Today’s policy also fails to recognize the fact that family separation has already been part of most migrant parents’ experience long before they reach the US-Mexico border. Parents fleeing their home country commonly make gutting decisions about leaving children behind in order to have the best chance of safely reaching the US in order to better support those children from afar. Thus, threatening family separation will never serve to, as Sessions claims, ‘close a loophole.’ Family separation – while inhumane, racist, brutal, and sickening – will not deter migration. People choose to migrate, in many cases, as part of multi-generational family projects – not snap decisions dictated by ‘disincentives’ like the smoke and mirrors policies of Trump, Sessions, etc.
These smoke and mirrors policies are just that. Even when/if these policies get rolled back, reversed by Executive Order, or vociferously challenged by fellow party members as inhumane — the core issue remains. The nexus of political apparatus and corporate media continue to inch closer to convincing the general public of a fallacy: that is, political regimes enact or advocate policy in response to concrete knowledge of how human migration works. They do not. If, in the days and hours to come Trump issues an Executive Order against family separation, it will be nothing more than a sleight of hand. This will be but another opportunistic move in the administration’s broader attempt to convince the general public that it understands how immigration works, and makes policy accordingly. We are at a critical juncture, and must not look away. At this moment more than any we must raise the issue that Family Separation, Border Walls, and Immigration Bans do not align with what migration scholars know about how and why humans move.
Human movement, global migration, is a messy story at the end of the day. It is one that embodies the impossibility of numbers. Math falls short of calculating the human experience – especially since humans are moving, networking entities by their very nature. Trump and his political apparatus deftly capitalize on fear tactics that hinge on claiming ‘immeasurable’ potential harm caused by migrants and migration. What we need to start realizing is something that many generations of migrants already know: the impact of restrictive immigration crackdowns is also immeasurably detrimental —to people, communities, institutions, and national economies. It has always been thus, and thus it will continue to be—at a scale that we cannot easily quantify. Yes, this is daunting. But yes, we have to keep moving forward, speaking up, doing our work, and taking faith in those around us doing the same.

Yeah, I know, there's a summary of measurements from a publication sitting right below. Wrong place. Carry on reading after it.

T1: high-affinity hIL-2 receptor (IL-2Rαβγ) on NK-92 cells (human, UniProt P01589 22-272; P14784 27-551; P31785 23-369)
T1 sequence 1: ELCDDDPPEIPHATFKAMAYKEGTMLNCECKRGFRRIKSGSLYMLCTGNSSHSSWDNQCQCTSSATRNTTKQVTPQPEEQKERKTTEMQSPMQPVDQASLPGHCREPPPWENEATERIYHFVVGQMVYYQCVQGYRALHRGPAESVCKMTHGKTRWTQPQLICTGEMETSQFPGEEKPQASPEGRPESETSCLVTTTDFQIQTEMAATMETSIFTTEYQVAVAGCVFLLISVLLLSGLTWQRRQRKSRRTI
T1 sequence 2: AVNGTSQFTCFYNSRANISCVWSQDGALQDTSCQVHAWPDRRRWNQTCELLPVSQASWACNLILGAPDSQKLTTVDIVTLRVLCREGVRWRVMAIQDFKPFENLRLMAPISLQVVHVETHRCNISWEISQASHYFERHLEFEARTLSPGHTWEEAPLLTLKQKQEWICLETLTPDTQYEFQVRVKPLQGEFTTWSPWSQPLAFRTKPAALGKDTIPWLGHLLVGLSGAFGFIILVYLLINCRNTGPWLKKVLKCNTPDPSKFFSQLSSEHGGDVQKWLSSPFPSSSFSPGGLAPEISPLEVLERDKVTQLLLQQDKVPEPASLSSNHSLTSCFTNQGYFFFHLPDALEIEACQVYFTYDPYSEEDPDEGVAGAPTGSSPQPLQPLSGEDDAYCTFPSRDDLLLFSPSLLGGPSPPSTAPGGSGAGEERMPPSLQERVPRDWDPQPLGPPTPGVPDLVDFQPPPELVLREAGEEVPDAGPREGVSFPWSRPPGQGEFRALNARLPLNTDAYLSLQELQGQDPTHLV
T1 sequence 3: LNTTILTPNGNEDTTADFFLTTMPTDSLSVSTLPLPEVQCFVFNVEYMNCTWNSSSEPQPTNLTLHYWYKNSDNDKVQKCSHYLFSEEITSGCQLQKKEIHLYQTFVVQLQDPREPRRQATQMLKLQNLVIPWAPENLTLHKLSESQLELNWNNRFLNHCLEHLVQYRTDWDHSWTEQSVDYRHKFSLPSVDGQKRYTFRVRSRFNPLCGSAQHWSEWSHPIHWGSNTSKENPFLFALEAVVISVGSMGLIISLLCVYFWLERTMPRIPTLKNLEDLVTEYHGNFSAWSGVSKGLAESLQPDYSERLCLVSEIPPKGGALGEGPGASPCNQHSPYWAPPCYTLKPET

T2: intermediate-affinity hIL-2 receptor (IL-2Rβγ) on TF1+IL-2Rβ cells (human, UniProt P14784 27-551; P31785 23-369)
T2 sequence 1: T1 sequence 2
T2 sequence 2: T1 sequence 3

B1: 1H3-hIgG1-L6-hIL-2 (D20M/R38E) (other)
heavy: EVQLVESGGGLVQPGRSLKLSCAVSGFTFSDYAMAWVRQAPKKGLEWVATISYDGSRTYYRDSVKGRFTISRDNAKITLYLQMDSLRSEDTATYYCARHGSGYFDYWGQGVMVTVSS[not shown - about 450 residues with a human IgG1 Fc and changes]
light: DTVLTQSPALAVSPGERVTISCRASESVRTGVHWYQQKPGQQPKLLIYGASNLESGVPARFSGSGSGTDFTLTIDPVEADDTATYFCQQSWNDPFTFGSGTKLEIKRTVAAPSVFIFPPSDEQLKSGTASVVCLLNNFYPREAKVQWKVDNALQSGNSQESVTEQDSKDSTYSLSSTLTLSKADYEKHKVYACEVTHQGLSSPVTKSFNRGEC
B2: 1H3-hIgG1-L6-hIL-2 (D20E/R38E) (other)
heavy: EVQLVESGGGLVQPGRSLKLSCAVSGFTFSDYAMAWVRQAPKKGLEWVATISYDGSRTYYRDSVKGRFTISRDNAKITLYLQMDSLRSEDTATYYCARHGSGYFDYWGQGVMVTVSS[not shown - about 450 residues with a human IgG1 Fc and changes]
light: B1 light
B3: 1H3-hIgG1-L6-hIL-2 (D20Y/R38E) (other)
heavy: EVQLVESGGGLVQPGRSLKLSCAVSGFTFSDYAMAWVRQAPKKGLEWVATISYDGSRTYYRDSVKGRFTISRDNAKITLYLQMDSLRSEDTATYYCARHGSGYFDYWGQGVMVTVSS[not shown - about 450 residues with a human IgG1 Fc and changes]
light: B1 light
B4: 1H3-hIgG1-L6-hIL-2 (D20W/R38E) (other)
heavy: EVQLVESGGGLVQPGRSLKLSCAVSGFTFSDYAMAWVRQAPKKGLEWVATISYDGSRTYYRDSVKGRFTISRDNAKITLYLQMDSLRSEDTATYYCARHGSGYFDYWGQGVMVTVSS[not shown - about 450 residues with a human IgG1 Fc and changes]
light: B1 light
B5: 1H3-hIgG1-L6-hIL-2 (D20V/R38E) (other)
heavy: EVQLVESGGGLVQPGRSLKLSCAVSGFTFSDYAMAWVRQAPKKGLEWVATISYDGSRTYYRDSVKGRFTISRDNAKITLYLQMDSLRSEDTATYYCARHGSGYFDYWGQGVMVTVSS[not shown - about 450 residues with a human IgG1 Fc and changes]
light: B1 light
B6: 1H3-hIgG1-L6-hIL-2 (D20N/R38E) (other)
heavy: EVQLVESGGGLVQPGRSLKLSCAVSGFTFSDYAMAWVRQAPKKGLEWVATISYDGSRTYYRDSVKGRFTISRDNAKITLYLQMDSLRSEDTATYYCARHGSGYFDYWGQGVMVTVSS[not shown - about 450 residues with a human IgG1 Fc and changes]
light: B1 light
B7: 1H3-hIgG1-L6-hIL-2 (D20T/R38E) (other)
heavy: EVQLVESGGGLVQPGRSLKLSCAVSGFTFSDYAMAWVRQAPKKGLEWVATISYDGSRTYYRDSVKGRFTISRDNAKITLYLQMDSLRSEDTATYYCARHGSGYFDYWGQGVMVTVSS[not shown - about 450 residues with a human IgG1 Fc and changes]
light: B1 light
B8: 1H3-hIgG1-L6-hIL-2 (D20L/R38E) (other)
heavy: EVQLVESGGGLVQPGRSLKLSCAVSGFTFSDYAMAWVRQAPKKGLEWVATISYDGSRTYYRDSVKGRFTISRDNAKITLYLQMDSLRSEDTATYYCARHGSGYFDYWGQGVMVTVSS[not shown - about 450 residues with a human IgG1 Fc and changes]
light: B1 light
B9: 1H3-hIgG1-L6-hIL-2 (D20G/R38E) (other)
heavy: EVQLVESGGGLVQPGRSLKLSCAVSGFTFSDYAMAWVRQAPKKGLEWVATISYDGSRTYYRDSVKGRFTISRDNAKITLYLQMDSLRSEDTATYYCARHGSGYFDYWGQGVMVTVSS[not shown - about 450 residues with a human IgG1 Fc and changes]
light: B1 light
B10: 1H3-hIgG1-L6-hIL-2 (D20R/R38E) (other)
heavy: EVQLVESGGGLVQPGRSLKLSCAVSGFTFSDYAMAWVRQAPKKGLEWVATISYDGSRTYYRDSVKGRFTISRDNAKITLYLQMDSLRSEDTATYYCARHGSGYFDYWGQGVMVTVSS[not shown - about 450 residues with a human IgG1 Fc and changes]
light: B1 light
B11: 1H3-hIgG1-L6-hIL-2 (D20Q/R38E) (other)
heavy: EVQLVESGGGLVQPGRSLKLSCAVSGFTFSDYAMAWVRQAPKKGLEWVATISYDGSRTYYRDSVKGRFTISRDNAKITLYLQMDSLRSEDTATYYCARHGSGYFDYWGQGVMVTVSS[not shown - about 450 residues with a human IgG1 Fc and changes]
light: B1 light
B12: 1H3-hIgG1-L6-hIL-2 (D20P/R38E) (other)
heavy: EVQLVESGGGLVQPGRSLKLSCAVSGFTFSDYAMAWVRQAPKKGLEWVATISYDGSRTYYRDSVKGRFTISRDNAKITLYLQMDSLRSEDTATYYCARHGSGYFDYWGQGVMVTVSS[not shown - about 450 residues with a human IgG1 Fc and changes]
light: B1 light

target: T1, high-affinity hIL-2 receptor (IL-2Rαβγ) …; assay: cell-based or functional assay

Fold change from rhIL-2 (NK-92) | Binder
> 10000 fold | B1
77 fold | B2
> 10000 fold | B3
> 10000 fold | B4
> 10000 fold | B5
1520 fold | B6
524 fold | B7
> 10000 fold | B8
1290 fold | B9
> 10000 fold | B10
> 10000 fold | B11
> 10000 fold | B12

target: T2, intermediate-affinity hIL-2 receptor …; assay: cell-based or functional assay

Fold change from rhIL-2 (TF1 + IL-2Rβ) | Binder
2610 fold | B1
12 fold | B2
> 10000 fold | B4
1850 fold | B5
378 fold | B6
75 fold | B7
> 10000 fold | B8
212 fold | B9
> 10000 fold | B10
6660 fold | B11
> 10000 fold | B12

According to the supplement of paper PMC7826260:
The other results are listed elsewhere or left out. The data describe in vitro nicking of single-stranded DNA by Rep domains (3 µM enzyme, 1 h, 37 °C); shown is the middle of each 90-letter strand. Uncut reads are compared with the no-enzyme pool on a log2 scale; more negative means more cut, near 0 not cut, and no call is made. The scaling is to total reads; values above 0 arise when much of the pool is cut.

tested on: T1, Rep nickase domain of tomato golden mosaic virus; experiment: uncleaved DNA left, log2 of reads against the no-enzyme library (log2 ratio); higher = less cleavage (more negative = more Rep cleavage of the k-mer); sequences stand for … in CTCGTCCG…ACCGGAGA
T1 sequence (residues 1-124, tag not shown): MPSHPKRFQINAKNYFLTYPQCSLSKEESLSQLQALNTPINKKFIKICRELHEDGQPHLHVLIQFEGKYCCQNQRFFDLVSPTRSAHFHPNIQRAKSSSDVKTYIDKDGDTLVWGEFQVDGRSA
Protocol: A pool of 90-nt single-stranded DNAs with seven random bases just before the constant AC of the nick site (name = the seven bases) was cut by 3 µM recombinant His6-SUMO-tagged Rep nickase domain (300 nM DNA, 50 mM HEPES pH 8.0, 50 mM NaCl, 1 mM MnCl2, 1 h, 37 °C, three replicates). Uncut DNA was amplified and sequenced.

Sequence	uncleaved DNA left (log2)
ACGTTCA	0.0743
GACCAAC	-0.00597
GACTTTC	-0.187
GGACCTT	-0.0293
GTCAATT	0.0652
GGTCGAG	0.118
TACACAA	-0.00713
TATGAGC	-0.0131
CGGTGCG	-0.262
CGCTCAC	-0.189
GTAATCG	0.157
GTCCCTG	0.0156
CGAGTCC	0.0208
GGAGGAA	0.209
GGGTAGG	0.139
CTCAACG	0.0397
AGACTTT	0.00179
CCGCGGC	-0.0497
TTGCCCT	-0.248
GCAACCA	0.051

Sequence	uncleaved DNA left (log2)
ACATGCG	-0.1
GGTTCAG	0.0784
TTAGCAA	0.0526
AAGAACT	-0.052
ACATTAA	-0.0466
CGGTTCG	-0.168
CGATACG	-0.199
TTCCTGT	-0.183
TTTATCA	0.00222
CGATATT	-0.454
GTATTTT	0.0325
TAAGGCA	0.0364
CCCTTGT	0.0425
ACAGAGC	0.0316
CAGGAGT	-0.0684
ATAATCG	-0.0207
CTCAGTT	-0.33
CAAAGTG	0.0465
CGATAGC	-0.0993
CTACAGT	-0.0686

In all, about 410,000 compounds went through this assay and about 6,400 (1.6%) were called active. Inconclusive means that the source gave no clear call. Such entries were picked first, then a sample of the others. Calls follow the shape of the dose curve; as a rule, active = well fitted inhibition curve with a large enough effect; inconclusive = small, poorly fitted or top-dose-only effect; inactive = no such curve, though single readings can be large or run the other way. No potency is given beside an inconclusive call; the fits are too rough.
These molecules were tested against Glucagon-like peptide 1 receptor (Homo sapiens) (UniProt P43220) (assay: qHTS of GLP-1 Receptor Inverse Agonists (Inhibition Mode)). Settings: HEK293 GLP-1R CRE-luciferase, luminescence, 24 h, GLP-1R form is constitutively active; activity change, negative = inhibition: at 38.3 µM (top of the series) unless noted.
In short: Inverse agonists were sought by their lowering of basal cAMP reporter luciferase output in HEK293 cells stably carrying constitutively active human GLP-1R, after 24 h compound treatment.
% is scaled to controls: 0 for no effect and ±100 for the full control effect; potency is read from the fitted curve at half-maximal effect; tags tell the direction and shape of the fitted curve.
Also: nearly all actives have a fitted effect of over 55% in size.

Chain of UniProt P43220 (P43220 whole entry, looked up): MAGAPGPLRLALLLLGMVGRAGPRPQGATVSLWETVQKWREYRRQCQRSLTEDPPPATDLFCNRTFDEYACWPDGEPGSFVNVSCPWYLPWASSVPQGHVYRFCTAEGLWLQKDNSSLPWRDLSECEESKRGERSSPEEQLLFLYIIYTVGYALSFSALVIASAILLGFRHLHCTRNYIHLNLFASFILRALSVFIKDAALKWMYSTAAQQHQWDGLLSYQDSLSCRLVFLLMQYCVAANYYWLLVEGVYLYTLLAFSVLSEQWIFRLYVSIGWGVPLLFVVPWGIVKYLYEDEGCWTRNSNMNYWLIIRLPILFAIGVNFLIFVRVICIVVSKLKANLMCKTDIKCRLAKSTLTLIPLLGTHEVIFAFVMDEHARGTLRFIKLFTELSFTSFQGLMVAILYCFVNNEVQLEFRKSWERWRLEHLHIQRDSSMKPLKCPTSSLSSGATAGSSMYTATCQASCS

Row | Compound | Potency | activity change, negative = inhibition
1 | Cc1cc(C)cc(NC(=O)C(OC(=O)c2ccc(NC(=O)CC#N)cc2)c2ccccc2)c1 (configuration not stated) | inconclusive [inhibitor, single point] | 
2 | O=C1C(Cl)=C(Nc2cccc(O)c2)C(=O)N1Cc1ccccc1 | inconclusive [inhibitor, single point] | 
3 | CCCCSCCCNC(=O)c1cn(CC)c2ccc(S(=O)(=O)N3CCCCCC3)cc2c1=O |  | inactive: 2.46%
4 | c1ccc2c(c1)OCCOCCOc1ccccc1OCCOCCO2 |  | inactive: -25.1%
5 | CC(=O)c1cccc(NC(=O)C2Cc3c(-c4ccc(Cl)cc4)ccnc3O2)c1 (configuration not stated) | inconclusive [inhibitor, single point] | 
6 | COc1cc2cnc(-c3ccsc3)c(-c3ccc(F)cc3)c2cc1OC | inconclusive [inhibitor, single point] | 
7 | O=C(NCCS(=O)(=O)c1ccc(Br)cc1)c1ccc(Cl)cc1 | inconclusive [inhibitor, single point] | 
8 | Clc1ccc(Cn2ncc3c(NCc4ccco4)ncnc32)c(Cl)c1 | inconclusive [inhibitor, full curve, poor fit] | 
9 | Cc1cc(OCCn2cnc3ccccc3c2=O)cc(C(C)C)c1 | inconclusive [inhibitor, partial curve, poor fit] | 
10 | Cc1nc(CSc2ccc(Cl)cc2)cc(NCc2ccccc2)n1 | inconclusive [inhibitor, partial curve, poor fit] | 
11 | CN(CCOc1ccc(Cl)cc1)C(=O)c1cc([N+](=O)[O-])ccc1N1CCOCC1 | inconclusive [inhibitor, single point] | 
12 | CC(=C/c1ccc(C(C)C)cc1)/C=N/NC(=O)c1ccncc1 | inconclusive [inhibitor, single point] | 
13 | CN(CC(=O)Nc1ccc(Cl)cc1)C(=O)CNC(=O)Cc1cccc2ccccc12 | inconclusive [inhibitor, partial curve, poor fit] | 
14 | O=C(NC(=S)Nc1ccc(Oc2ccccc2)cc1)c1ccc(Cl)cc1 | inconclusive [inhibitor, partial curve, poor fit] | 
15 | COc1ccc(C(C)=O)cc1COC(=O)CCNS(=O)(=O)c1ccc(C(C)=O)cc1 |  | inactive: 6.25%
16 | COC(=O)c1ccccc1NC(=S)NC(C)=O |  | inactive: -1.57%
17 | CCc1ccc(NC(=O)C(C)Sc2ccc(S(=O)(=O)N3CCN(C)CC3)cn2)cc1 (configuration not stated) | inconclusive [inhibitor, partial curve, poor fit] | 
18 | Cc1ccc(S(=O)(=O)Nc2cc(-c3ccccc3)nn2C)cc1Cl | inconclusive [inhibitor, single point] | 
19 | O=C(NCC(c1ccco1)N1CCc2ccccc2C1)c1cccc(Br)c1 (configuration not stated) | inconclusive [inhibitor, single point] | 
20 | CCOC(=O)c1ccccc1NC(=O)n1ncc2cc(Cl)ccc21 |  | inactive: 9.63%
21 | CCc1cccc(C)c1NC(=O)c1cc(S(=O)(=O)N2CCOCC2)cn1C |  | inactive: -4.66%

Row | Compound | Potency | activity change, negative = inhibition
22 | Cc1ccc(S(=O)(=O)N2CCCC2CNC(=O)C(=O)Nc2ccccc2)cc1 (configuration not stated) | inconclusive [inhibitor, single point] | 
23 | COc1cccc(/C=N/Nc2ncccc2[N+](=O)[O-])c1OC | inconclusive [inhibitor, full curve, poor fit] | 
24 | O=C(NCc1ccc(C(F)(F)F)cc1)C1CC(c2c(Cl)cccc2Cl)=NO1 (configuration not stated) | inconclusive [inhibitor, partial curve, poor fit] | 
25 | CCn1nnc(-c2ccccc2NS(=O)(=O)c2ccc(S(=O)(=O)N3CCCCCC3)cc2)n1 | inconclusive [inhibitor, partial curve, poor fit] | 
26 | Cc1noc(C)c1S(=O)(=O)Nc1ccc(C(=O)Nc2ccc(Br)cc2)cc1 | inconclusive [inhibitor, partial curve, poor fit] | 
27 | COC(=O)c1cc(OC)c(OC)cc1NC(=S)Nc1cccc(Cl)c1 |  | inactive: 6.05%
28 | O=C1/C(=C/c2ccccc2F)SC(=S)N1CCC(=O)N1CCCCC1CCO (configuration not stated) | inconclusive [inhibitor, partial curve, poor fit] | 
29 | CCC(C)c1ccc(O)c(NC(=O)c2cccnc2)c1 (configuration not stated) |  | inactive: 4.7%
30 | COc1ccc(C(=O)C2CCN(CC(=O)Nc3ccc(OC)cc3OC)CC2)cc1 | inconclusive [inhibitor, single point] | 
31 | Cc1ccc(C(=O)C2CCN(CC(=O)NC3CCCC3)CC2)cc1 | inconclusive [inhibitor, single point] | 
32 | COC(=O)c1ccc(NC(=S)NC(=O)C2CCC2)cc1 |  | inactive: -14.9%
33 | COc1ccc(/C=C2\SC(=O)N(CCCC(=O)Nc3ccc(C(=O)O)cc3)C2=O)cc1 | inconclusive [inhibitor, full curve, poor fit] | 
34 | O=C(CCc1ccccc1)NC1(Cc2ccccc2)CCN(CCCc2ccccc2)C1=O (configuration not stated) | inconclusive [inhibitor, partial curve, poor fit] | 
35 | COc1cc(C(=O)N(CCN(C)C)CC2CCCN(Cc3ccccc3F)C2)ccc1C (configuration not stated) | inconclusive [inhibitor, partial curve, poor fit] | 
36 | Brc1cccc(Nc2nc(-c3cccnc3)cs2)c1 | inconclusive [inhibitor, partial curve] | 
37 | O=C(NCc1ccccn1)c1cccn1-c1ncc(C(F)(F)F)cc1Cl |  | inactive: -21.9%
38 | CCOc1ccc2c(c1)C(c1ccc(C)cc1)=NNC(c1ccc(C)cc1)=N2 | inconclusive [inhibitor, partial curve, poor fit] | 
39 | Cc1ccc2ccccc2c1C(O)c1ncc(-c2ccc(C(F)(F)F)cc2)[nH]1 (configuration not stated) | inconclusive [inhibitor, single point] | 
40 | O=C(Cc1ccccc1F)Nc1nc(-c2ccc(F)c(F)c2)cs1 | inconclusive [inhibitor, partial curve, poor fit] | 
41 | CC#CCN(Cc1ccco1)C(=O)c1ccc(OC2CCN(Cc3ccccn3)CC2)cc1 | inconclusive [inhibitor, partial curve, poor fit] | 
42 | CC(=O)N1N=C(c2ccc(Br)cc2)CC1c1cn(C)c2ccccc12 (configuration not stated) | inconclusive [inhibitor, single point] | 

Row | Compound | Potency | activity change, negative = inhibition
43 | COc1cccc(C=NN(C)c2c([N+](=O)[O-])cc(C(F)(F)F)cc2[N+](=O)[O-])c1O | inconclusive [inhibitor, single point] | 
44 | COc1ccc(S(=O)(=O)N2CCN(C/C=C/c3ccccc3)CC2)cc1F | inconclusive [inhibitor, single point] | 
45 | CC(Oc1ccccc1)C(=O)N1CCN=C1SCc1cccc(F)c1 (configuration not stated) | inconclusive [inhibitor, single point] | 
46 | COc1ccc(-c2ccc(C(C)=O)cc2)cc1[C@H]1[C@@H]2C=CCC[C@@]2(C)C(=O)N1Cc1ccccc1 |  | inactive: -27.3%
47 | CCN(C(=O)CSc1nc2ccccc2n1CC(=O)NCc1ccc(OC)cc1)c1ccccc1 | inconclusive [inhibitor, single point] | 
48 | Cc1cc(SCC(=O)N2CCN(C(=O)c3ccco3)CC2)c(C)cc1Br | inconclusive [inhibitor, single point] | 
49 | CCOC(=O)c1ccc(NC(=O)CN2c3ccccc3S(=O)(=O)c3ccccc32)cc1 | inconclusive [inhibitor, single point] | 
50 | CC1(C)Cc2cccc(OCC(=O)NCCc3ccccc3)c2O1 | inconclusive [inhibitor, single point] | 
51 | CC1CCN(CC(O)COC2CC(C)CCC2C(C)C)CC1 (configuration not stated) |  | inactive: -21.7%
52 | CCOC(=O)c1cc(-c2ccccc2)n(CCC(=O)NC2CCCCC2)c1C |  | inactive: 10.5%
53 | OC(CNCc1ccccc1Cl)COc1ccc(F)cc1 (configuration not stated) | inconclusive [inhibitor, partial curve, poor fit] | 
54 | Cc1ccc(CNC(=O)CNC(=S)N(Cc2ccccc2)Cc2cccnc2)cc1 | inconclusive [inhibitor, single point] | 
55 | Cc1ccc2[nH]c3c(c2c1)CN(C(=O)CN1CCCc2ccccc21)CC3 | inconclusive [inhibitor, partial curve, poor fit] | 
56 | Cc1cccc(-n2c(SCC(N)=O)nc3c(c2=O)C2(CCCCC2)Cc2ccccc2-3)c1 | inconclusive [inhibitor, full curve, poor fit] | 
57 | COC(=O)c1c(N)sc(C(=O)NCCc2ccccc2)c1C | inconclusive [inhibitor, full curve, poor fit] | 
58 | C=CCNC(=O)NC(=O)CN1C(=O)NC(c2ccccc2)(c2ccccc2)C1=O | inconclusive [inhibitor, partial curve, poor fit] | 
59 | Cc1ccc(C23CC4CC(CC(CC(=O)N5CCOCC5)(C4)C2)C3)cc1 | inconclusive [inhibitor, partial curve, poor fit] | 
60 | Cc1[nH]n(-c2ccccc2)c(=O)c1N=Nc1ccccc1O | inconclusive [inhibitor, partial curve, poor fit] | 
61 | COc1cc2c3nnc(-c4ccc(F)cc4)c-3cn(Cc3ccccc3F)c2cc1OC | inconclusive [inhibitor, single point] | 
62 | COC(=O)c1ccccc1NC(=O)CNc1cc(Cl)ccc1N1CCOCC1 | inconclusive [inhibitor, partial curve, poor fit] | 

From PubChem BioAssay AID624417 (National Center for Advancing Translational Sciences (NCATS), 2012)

As migration experts, and as a community of scholars, we must remain committed to the ethical responsibility to defend the rights of the individuals threatened by these policies. What exactly does that look like at this particular juncture? It may look different for everyone. It may look like doubling down and committing to our advocacy and activism. It may look like contributing monetarily to groups and organizations doing the important work of supporting those most immediately in danger from these policies.
It may also look like gritting our teeth in the midst of this social media echo chamber and driving our research forward – research that calls out the absurdity of characterizing migrants as crises, of mass migration as a recent phenomenon, of international human movement as something that exists only as a set of “flows” of people from the poorer Global South to the richer Global North. It may look like allowing ourselves to become enraged, and cry, and reach out to our colleagues and partners and peers and communities for support, and for reminders of the fact that, much like migrants, we do not exist in a vacuum.
Hasta la victoria siempre, comp@s. Adelante.
Lily Pearl Balloffet is a historian and scholar of global migration. She works as an Assistant Professor of Latin American & Latino Studies at the University of California, Santa Cruz. She writes on immigrant networks in the Global South, international relations, and migration policy and theory. She is also the co-editor of Mashriq & Mahjar: Journal of Middle East & North African Migration Studies.